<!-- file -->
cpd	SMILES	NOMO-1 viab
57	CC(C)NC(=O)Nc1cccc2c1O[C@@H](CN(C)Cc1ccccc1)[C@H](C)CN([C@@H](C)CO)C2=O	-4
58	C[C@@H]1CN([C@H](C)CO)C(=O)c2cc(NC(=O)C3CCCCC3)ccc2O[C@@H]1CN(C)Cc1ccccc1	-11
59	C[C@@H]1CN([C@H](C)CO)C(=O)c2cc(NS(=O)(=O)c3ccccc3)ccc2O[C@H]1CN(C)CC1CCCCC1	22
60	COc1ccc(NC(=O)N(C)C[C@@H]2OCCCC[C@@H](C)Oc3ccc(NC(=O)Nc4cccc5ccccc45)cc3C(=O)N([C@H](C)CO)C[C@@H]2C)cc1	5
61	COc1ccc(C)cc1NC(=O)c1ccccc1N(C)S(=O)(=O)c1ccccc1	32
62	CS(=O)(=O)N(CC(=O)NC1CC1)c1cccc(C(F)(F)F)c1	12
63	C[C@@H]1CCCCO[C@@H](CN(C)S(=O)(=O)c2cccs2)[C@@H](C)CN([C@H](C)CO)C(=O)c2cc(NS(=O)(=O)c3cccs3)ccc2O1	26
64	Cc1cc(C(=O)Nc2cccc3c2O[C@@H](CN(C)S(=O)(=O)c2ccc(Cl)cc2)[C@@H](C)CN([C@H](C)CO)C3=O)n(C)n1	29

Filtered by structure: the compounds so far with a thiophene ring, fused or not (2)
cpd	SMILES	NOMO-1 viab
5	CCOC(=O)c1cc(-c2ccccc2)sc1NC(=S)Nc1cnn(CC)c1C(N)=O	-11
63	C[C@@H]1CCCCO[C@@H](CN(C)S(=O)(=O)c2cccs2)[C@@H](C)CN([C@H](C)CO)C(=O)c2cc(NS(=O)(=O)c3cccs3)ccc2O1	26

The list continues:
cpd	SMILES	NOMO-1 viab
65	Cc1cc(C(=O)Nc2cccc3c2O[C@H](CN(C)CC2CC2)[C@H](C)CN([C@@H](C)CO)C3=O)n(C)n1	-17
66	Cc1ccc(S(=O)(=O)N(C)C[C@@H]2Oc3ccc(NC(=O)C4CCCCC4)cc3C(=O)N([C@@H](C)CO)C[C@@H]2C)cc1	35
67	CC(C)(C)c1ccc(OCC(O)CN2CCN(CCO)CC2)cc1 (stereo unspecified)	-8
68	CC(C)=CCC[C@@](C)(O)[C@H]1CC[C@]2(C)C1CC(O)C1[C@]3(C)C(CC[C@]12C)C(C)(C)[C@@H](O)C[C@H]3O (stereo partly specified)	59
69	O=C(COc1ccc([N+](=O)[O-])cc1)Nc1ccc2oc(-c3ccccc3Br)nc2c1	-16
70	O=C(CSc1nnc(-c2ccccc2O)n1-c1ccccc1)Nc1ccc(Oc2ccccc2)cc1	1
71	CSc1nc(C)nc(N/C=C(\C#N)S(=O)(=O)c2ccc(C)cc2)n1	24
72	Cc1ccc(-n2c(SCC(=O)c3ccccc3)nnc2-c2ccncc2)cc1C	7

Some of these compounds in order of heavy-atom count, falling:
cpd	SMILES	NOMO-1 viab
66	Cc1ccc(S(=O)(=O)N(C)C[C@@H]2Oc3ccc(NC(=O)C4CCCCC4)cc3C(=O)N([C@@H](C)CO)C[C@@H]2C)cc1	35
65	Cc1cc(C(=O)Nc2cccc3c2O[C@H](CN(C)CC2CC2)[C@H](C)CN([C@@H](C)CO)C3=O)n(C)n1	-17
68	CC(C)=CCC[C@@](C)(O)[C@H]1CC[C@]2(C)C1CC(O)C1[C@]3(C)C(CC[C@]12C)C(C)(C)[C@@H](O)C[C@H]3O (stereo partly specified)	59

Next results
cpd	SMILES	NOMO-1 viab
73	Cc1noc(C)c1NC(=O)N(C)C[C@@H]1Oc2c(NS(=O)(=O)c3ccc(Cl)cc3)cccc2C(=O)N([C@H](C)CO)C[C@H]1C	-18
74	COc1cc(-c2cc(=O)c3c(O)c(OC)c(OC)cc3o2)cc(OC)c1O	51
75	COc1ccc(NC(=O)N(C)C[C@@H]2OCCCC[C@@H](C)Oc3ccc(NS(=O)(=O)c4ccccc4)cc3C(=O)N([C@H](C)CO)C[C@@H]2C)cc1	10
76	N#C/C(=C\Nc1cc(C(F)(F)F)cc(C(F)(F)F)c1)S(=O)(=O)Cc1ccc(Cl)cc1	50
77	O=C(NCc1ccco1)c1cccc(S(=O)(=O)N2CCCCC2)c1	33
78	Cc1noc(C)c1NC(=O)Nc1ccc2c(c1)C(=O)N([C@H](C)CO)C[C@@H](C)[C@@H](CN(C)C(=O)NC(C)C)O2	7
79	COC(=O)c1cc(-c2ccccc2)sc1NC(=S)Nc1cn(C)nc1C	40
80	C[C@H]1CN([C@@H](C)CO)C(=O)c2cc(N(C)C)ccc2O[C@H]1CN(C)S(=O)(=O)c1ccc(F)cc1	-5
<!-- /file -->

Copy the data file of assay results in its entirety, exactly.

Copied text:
cpd	SMILES	NOMO-1 viab
57	CC(C)NC(=O)Nc1cccc2c1O[C@@H](CN(C)Cc1ccccc1)[C@H](C)CN([C@@H](C)CO)C2=O	-4
58	C[C@@H]1CN([C@H](C)CO)C(=O)c2cc(NC(=O)C3CCCCC3)ccc2O[C@@H]1CN(C)Cc1ccccc1	-11
59	C[C@@H]1CN([C@H](C)CO)C(=O)c2cc(NS(=O)(=O)c3ccccc3)ccc2O[C@H]1CN(C)CC1CCCCC1	22
60	COc1ccc(NC(=O)N(C)C[C@@H]2OCCCC[C@@H](C)Oc3ccc(NC(=O)Nc4cccc5ccccc45)cc3C(=O)N([C@H](C)CO)C[C@@H]2C)cc1	5
61	COc1ccc(C)cc1NC(=O)c1ccccc1N(C)S(=O)(=O)c1ccccc1	32
62	CS(=O)(=O)N(CC(=O)NC1CC1)c1cccc(C(F)(F)F)c1	12
63	C[C@@H]1CCCCO[C@@H](CN(C)S(=O)(=O)c2cccs2)[C@@H](C)CN([C@H](C)CO)C(=O)c2cc(NS(=O)(=O)c3cccs3)ccc2O1	26
64	Cc1cc(C(=O)Nc2cccc3c2O[C@@H](CN(C)S(=O)(=O)c2ccc(Cl)cc2)[C@@H](C)CN([C@H](C)CO)C3=O)n(C)n1	29

Filtered by structure: the compounds so far with a thiophene ring, fused or not (2)
cpd	SMILES	NOMO-1 viab
5	CCOC(=O)c1cc(-c2ccccc2)sc1NC(=S)Nc1cnn(CC)c1C(N)=O	-11
63	C[C@@H]1CCCCO[C@@H](CN(C)S(=O)(=O)c2cccs2)[C@@H](C)CN([C@H](C)CO)C(=O)c2cc(NS(=O)(=O)c3cccs3)ccc2O1	26

The list continues:
cpd	SMILES	NOMO-1 viab
65	Cc1cc(C(=O)Nc2cccc3c2O[C@H](CN(C)CC2CC2)[C@H](C)CN([C@@H](C)CO)C3=O)n(C)n1	-17
66	Cc1ccc(S(=O)(=O)N(C)C[C@@H]2Oc3ccc(NC(=O)C4CCCCC4)cc3C(=O)N([C@@H](C)CO)C[C@@H]2C)cc1	35
67	CC(C)(C)c1ccc(OCC(O)CN2CCN(CCO)CC2)cc1 (stereo unspecified)	-8
68	CC(C)=CCC[C@@](C)(O)[C@H]1CC[C@]2(C)C1CC(O)C1[C@]3(C)C(CC[C@]12C)C(C)(C)[C@@H](O)C[C@H]3O (stereo partly specified)	59
69	O=C(COc1ccc([N+](=O)[O-])cc1)Nc1ccc2oc(-c3ccccc3Br)nc2c1	-16
70	O=C(CSc1nnc(-c2ccccc2O)n1-c1ccccc1)Nc1ccc(Oc2ccccc2)cc1	1
71	CSc1nc(C)nc(N/C=C(\C#N)S(=O)(=O)c2ccc(C)cc2)n1	24
72	Cc1ccc(-n2c(SCC(=O)c3ccccc3)nnc2-c2ccncc2)cc1C	7

Some of these compounds in order of heavy-atom count, falling:
cpd	SMILES	NOMO-1 viab
66	Cc1ccc(S(=O)(=O)N(C)C[C@@H]2Oc3ccc(NC(=O)C4CCCCC4)cc3C(=O)N([C@@H](C)CO)C[C@@H]2C)cc1	35
65	Cc1cc(C(=O)Nc2cccc3c2O[C@H](CN(C)CC2CC2)[C@H](C)CN([C@@H](C)CO)C3=O)n(C)n1	-17
68	CC(C)=CCC[C@@](C)(O)[C@H]1CC[C@]2(C)C1CC(O)C1[C@]3(C)C(CC[C@]12C)C(C)(C)[C@@H](O)C[C@H]3O (stereo partly specified)	59

Next results
cpd	SMILES	NOMO-1 viab
73	Cc1noc(C)c1NC(=O)N(C)C[C@@H]1Oc2c(NS(=O)(=O)c3ccc(Cl)cc3)cccc2C(=O)N([C@H](C)CO)C[C@H]1C	-18
74	COc1cc(-c2cc(=O)c3c(O)c(OC)c(OC)cc3o2)cc(OC)c1O	51
75	COc1ccc(NC(=O)N(C)C[C@@H]2OCCCC[C@@H](C)Oc3ccc(NS(=O)(=O)c4ccccc4)cc3C(=O)N([C@H](C)CO)C[C@@H]2C)cc1	10
76	N#C/C(=C\Nc1cc(C(F)(F)F)cc(C(F)(F)F)c1)S(=O)(=O)Cc1ccc(Cl)cc1	50
77	O=C(NCc1ccco1)c1cccc(S(=O)(=O)N2CCCCC2)c1	33
78	Cc1noc(C)c1NC(=O)Nc1ccc2c(c1)C(=O)N([C@H](C)CO)C[C@@H](C)[C@@H](CN(C)C(=O)NC(C)C)O2	7
79	COC(=O)c1cc(-c2ccccc2)sc1NC(=S)Nc1cn(C)nc1C	40
80	C[C@H]1CN([C@@H](C)CO)C(=O)c2cc(N(C)C)ccc2O[C@H]1CN(C)S(=O)(=O)c1ccc(F)cc1	-5